# Thread: Accounting for restricted x-values in fractional (linear/linear) derivatives

1. ## Accounting for restricted x-values in fractional (linear/linear) derivatives

Hello everyone,

I was working on a problem (solution shown):

and checking my work with wolfram alpha to find that there is a "restricted x-value" constant that is added in to the end of the integral, in this case 4/9. I don't know how this value was calculated, but Wolfram has the steps it took here: http://www.wolframalpha.com/input/po...e46hi91b8&s=57

Could someone possibly explain the use of this constant and how it was calculated, since it can be eliminated anyway if C=-4/9?

Also, are there other cases when this need be calculated? Could you point me to some places where I can get some practice?

Help is greatly appreciated!

2. Looking at the 3rd term

$\frac{1}{9}(6x+5\log(3x+2)+4)+C=\frac{6x}{9}+\frac {5\log(3x+2)}{9}+\frac{4}{9}+C$

The restricted value here refers to the $\log$ part of the function as $\log(x), x>0$

3. Originally Posted by pickslides
Looking at the 3rd term

$\frac{1}{9}(6x+5\log(3x+2)+4)+C=\frac{6x}{9}+\frac {5\log(3x+2)}{9}+\frac{4}{9}+C$

The restricted value here refers to the $\log$ part of the function as $\log(x), x>0$
Alright, so one plugs in -2/3 so that the log function goes to 1, and the entire function (pre-restriction term) goes to 4/9, which is then added in as the restriction term.

1. Why is 0 chosen to be plugged into the equation?
2. Whats the purpose of the restriction term if it can just be eliminated if C=-4/9?

Thanks!

4. Originally Posted by progressive

1. Why is 0 chosen to be plugged into the equation?

Thanks!
Where was 0 plugged in? I do not follow this question.

Originally Posted by progressive

2. Whats the purpose of the restriction term if it can just be eliminated if C=-4/9?

Thanks!
How is c = -4/9? Where you given some initial conditions?

5. Where was 0 plugged in? I do not follow this question.
I meant that a value of x was plugged into the function so that it would satisfy log (0), which would effectively eliminate the term with the log in it, and when that same x value is plugged into the other term (I believe x=-2/3 satisfies this), then one ends up with 4/9. At least thats how I think you get 4/9. How do you really get it? Thats what I asked originally.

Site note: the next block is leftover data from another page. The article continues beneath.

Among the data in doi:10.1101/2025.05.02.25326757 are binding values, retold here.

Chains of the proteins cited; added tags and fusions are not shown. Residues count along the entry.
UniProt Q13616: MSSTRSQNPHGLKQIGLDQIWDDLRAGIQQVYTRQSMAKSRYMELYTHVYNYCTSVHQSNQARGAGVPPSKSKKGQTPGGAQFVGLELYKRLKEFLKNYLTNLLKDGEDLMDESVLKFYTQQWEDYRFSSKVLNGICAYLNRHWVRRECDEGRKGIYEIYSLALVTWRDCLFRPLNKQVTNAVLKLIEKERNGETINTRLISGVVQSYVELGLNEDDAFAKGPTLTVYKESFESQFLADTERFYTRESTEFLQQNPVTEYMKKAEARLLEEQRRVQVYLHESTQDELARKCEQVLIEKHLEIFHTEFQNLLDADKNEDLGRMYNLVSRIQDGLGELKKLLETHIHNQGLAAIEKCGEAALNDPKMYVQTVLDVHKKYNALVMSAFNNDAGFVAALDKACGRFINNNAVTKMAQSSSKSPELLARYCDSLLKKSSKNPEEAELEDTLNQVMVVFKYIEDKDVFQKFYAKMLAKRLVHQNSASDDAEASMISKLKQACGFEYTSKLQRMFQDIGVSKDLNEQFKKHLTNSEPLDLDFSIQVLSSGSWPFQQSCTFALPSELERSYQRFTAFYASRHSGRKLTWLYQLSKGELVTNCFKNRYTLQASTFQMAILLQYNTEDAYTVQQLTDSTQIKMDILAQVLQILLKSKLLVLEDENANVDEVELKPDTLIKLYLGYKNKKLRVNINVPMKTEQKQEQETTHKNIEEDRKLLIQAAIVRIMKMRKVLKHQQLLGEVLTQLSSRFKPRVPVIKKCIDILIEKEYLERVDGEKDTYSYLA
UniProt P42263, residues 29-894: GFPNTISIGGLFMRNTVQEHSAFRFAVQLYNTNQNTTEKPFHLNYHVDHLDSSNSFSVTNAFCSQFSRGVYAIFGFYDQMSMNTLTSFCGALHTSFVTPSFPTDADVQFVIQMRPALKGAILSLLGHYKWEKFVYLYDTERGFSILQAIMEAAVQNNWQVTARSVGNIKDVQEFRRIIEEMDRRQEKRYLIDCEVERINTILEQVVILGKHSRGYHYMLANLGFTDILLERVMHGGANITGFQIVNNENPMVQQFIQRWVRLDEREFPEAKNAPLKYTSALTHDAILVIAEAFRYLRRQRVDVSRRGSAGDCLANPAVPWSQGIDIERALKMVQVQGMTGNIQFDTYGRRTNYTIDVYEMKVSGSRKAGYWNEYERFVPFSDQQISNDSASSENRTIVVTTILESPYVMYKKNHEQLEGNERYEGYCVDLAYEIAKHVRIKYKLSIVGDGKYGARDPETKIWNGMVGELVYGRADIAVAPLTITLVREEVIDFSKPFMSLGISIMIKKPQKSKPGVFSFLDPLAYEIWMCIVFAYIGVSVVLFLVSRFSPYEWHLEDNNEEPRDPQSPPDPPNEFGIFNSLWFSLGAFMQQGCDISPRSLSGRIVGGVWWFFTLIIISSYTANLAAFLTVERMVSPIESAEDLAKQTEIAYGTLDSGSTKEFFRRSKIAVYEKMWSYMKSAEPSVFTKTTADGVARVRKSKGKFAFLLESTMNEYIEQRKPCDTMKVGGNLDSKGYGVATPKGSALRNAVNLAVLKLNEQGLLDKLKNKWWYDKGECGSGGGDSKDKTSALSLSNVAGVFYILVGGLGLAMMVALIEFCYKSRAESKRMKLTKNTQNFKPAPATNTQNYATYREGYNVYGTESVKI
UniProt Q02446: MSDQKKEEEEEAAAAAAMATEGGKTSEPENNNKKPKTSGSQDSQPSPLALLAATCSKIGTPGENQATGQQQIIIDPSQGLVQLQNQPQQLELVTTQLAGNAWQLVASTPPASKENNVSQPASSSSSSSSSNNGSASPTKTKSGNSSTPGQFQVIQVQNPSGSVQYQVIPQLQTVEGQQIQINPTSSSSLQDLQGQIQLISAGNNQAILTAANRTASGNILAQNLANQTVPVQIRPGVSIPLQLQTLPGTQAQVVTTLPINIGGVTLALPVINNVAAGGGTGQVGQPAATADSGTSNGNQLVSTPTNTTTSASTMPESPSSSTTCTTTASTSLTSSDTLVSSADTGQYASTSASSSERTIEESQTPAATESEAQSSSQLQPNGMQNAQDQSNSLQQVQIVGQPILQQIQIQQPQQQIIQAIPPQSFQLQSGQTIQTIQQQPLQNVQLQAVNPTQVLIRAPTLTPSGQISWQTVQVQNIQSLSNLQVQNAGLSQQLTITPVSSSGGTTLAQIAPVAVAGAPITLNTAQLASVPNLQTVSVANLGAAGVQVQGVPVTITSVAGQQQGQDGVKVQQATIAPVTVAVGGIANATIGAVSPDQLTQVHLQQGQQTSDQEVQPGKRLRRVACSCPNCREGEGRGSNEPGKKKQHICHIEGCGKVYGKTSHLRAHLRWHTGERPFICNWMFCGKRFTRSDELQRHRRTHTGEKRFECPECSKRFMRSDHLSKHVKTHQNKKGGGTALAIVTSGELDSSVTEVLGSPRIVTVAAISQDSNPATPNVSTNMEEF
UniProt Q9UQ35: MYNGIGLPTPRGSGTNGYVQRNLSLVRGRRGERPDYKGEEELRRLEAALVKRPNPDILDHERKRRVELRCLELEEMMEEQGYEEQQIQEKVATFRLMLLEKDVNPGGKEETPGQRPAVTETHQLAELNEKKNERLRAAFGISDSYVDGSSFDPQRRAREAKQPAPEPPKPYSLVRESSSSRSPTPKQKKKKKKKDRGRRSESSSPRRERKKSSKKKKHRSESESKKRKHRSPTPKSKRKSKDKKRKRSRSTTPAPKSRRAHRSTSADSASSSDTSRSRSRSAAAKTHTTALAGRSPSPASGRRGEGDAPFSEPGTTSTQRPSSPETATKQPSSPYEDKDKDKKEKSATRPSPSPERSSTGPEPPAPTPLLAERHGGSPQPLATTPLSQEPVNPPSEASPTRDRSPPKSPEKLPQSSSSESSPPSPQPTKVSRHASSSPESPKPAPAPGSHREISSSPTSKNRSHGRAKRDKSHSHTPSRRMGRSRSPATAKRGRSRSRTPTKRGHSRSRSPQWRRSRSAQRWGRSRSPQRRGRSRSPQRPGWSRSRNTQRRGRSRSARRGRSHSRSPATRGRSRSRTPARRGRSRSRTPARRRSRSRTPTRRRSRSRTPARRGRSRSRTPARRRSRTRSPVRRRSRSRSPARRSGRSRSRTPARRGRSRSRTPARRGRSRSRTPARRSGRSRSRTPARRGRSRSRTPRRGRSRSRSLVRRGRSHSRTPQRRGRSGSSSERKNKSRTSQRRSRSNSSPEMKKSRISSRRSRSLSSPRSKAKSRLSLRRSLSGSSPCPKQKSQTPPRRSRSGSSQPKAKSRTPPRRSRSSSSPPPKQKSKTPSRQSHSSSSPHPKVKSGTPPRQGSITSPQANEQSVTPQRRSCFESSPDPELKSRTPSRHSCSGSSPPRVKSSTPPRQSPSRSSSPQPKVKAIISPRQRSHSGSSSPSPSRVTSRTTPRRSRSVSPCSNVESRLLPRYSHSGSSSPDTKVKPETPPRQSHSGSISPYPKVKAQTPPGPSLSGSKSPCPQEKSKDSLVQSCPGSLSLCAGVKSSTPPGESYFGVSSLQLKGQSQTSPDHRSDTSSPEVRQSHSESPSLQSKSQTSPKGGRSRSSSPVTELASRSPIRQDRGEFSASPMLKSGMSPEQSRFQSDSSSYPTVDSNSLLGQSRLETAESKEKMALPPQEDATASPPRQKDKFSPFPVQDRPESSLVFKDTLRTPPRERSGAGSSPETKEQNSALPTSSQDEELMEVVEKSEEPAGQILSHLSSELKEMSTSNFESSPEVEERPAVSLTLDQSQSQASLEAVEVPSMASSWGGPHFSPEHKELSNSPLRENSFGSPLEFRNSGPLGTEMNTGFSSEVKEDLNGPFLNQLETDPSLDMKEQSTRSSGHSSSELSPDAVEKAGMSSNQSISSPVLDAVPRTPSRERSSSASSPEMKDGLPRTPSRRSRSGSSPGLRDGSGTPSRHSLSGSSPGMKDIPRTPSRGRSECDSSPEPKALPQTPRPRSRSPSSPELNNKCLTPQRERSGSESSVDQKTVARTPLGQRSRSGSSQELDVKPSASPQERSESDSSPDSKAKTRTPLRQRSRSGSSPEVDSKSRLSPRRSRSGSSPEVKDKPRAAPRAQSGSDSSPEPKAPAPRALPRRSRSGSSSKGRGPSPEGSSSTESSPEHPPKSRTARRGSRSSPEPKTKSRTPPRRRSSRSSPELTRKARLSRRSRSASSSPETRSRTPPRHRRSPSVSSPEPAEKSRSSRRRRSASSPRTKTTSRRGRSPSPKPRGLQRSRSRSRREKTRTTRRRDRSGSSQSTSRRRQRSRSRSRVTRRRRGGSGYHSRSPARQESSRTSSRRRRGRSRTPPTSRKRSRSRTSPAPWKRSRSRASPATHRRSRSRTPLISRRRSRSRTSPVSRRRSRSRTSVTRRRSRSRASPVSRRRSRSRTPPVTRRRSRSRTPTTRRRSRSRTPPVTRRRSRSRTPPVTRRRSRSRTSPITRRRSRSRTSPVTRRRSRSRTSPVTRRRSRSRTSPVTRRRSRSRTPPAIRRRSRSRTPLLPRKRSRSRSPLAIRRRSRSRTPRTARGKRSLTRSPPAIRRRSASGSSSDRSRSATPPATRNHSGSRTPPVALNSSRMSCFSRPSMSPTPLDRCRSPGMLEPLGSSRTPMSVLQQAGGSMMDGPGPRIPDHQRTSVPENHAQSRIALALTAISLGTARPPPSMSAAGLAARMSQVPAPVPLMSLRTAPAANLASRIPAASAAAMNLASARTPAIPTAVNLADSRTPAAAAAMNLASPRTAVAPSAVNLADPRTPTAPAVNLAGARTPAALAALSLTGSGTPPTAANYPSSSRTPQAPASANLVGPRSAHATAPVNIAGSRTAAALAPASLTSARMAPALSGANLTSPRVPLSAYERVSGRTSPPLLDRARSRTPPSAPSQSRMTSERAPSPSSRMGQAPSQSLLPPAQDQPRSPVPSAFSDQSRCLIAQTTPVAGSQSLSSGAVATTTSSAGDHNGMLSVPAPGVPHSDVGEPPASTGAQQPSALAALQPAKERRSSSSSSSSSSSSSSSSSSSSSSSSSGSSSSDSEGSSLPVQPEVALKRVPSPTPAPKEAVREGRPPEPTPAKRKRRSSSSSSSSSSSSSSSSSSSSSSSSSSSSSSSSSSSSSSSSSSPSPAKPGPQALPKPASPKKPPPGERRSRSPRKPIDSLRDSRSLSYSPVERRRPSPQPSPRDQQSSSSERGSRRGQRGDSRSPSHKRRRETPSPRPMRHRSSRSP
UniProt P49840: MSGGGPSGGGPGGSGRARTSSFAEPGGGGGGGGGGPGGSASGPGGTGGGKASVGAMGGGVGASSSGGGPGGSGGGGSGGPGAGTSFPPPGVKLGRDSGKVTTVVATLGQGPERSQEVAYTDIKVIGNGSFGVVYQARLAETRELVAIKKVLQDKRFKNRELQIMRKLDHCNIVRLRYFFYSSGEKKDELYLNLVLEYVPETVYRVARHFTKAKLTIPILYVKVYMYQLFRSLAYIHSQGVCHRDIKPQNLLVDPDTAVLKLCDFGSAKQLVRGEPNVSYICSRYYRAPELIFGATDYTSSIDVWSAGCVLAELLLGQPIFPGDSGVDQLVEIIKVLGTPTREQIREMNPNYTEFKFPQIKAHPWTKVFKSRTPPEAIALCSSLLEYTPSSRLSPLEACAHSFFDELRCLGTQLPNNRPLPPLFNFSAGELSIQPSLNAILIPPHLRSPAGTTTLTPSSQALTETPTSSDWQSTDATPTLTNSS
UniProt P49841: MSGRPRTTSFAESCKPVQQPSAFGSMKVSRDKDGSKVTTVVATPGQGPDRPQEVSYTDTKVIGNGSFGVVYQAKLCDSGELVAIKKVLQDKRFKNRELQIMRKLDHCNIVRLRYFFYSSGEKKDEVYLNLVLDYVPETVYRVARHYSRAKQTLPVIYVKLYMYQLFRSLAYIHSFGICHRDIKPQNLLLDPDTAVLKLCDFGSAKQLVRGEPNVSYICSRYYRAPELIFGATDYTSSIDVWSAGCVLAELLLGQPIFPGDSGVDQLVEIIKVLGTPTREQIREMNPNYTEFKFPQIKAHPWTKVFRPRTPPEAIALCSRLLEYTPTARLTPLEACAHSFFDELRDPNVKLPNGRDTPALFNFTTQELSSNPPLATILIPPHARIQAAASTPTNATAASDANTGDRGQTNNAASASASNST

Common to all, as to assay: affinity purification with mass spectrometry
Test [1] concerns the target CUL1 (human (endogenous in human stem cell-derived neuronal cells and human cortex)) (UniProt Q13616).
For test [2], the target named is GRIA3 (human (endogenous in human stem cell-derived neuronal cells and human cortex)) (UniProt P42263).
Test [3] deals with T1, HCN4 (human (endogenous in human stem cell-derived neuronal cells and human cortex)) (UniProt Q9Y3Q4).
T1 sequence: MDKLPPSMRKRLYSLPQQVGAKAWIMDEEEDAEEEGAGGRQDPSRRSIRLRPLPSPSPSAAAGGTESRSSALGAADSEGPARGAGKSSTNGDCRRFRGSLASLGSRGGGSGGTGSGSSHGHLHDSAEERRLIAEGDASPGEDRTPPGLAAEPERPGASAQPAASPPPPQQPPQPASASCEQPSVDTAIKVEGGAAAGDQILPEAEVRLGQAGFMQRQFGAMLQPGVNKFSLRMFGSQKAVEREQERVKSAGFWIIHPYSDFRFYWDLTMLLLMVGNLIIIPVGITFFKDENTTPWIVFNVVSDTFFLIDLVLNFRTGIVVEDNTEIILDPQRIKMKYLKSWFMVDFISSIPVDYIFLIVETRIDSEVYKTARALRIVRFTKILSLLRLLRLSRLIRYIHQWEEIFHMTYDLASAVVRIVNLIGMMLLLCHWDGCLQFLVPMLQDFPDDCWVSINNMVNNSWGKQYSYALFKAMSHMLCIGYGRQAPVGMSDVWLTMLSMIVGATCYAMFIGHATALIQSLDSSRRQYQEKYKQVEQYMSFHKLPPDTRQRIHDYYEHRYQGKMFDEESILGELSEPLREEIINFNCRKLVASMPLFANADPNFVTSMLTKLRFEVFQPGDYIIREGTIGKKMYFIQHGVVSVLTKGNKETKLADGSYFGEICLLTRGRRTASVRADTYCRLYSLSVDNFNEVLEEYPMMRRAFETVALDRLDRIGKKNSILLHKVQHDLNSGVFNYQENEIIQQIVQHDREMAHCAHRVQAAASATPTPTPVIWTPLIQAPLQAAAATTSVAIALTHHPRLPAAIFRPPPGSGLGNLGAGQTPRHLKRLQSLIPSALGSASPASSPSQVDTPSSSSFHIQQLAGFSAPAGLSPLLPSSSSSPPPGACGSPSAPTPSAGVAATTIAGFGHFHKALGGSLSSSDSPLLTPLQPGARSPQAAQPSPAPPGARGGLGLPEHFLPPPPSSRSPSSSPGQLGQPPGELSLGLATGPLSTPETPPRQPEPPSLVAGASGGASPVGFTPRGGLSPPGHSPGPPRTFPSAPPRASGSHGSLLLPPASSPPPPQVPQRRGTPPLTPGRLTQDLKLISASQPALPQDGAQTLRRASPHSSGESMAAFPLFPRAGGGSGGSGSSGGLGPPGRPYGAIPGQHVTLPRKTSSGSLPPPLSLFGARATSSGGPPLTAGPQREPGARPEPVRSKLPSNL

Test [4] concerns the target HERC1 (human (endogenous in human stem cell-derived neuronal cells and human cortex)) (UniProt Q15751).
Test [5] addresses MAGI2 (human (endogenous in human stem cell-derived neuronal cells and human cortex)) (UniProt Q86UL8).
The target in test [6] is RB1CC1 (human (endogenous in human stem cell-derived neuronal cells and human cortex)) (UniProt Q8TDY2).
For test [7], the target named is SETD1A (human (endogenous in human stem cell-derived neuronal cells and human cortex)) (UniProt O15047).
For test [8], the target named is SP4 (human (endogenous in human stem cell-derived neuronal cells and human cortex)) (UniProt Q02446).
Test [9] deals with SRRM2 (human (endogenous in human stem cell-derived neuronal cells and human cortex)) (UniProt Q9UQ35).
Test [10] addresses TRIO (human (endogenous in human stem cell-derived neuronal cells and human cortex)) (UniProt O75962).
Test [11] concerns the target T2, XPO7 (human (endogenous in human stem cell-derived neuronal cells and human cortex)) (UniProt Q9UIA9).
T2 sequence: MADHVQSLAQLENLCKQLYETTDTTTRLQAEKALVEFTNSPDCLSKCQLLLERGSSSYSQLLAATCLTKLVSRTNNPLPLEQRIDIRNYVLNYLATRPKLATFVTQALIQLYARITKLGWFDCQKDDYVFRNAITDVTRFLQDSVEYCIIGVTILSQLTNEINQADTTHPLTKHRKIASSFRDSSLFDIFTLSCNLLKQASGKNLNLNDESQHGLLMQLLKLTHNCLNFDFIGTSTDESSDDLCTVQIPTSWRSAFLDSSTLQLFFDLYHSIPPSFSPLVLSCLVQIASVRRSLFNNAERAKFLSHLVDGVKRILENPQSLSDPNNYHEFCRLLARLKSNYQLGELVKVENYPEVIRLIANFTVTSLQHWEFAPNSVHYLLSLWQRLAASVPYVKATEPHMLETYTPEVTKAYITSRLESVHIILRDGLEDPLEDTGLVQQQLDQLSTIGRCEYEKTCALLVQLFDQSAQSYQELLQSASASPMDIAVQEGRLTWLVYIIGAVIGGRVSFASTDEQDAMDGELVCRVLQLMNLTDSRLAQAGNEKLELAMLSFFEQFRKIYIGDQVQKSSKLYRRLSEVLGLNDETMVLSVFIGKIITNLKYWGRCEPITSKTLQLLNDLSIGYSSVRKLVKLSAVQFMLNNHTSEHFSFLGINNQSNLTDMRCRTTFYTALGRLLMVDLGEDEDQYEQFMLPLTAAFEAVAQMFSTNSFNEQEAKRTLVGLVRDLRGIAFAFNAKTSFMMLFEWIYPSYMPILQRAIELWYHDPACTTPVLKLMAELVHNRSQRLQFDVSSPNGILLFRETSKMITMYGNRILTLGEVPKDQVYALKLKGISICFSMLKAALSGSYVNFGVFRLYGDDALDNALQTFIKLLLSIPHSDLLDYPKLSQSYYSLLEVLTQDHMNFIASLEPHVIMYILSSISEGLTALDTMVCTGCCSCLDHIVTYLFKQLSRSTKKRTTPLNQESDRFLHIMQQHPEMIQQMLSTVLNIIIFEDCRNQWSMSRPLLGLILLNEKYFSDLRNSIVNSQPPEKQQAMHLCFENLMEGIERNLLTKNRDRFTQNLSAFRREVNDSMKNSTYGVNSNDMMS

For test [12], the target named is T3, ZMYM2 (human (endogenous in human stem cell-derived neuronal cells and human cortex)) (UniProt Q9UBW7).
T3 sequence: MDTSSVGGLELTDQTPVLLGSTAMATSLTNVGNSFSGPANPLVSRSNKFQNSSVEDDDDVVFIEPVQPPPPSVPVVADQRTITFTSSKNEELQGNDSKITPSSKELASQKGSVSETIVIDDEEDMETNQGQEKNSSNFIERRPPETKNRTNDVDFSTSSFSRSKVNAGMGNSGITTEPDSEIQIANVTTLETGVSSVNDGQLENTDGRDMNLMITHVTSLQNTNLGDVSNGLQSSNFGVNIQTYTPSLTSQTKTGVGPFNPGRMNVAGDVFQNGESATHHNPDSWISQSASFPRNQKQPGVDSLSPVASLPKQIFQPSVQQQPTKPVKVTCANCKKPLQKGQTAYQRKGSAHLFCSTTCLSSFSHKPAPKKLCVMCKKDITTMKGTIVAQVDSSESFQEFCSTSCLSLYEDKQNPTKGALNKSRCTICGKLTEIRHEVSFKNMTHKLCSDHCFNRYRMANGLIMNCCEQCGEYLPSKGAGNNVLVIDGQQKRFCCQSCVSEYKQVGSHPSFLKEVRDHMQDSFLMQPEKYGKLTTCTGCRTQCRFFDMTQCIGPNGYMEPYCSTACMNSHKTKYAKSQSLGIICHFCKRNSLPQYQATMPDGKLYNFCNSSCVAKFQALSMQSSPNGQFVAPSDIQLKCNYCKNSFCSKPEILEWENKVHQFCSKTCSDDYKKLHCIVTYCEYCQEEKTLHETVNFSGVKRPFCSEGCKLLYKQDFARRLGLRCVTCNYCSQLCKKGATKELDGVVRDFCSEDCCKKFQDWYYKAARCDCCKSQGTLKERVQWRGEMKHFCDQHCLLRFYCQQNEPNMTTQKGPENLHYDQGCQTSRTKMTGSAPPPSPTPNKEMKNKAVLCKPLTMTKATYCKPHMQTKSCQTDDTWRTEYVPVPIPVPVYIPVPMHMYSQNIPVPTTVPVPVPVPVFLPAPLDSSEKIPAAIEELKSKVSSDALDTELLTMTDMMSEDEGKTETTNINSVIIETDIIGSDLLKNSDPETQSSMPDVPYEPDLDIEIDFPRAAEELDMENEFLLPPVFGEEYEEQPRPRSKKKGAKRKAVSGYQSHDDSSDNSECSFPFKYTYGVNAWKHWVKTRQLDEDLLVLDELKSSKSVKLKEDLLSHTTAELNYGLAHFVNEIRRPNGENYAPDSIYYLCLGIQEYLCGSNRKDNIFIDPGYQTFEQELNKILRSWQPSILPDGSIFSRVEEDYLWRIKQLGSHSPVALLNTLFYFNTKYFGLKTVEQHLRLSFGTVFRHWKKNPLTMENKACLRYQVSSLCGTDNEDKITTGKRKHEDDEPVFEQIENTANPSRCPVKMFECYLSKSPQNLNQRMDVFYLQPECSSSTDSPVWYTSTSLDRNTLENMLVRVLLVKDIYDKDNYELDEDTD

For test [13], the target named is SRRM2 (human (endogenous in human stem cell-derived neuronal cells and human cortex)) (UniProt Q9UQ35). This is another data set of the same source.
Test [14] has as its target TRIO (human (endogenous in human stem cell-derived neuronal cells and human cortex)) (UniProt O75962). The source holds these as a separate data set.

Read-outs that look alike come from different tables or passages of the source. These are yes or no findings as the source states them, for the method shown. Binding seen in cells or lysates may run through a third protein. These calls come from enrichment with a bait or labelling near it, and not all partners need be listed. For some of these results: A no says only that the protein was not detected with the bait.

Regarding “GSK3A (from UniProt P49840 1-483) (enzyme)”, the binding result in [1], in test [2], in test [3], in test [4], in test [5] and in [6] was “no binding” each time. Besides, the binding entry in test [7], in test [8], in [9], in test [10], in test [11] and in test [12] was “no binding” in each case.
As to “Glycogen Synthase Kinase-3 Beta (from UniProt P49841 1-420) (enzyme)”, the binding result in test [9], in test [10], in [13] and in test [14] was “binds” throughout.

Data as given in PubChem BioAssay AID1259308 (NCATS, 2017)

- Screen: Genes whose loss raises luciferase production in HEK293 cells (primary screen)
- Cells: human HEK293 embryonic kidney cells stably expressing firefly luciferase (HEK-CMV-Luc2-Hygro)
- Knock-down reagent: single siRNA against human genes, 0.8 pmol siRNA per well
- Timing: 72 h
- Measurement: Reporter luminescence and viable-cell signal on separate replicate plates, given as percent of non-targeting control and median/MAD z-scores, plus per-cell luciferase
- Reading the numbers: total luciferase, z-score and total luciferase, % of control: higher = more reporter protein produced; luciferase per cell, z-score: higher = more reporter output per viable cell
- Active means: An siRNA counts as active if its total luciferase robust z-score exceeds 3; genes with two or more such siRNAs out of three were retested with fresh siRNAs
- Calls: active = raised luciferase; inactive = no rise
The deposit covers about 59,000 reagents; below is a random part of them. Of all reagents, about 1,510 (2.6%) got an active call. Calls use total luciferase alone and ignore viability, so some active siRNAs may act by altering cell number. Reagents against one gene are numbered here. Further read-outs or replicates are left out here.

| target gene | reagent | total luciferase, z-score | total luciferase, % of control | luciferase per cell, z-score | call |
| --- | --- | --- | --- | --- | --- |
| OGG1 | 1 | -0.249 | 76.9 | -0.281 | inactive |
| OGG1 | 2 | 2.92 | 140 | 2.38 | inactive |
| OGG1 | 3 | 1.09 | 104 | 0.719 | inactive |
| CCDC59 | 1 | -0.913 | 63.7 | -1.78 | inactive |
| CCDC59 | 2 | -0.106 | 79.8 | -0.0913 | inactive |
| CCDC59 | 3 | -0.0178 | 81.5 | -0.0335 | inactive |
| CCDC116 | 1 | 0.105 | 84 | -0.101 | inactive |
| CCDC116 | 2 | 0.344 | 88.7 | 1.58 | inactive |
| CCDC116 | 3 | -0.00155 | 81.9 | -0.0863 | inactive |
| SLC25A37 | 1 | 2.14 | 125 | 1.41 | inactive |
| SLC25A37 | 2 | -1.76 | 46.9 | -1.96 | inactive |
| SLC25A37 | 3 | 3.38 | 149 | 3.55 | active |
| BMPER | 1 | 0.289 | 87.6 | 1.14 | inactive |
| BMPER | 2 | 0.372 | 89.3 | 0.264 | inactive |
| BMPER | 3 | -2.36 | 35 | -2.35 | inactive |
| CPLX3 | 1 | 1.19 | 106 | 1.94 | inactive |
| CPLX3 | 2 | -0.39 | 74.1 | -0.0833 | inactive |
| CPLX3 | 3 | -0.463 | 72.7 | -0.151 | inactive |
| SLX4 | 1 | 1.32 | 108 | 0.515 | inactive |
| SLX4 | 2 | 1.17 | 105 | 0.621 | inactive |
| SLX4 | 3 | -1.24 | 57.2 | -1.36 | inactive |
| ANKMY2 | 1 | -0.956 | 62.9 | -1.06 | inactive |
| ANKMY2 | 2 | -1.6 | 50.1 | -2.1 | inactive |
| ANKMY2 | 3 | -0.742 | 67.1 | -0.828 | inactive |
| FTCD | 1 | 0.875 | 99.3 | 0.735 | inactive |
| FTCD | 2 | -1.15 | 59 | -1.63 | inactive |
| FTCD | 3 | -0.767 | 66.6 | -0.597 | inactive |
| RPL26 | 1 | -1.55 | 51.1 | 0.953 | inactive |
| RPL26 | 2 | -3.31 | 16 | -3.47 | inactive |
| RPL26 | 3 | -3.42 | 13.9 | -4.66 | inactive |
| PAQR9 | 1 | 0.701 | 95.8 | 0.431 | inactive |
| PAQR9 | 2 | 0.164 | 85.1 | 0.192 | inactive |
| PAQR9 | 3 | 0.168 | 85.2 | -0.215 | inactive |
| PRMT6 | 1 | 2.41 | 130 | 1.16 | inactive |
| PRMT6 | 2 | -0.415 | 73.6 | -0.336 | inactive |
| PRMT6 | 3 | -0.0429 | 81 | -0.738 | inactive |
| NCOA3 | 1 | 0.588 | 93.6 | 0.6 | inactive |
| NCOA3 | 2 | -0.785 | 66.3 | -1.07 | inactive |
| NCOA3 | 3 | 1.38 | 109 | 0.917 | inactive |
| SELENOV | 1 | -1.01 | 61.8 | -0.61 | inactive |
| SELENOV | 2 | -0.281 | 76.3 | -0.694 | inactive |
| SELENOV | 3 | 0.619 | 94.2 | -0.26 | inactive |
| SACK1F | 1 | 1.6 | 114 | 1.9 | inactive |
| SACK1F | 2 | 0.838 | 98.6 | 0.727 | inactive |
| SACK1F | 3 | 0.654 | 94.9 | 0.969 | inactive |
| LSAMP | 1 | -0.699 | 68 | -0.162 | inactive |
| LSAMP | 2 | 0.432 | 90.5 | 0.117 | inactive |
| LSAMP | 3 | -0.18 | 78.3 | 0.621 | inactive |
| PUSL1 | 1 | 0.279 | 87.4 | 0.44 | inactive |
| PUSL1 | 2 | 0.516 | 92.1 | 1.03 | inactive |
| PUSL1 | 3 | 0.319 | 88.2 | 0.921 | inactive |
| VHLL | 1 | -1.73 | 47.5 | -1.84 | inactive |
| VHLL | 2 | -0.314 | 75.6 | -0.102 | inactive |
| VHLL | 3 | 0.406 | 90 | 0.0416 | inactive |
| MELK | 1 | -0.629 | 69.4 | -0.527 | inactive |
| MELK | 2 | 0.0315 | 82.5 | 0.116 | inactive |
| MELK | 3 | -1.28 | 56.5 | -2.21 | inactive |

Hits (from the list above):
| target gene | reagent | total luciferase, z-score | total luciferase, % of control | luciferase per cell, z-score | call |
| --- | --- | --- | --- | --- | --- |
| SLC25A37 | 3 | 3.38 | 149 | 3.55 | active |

How is c = -4/9? Where you given some initial conditions?
I don't see the point of adding a constant to account for restricted x-values when the constant can be theoretically eliminated if C is the opposite of that constant. C does not have to be -4/9, but if it were then it would just cancel out the restrictive term, so I'm asking what the point of the restrictive term is. I don't really understand what it accounts for either. Could you please explain?

6. Originally Posted by progressive
so that it would satisfy log (0),
You can try to satisfy log(0) if you like and in your case yep, x = -2/3. But what does log(0) give you? Put it in your calculator. Have a look.

I am saying (read above) $\log(x), x>0$ not $\log(x), x=0$

In your case $\log(3x+2), x>\frac{-2}{3}$ not $\log(3x+2), x=\frac{-2}{3}$

This part $x>\frac{-2}{3}$ is the restriction.

It has nothing to do with the $C=\frac{4}{9}$

Originally Posted by progressive

I don't see the point of adding a constant to account for restricted x-values when the constant can be theoretically eliminated if C is the opposite of that constant. C does not have to be -4/9, but if it were then it would just cancel out the restrictive term, so I'm asking what the point of the restrictive term is. I don't really understand what it accounts for either. Could you please explain?
Neither do I. I can't see how these ideas are related at all. C is is your constant of integration. It must be included. Do you know why?

If you like you can say.

$\frac{1}{9}(6x+5\log(3x+2)+4)+C=\frac{6x}{9}+\frac {5\log(3x+2)}{9}+\frac{4}{9}+C =\frac{6x}{9}+\frac{5\log(3x+2)}{9}+C$

Hope this helps some. I understand it can be tricky!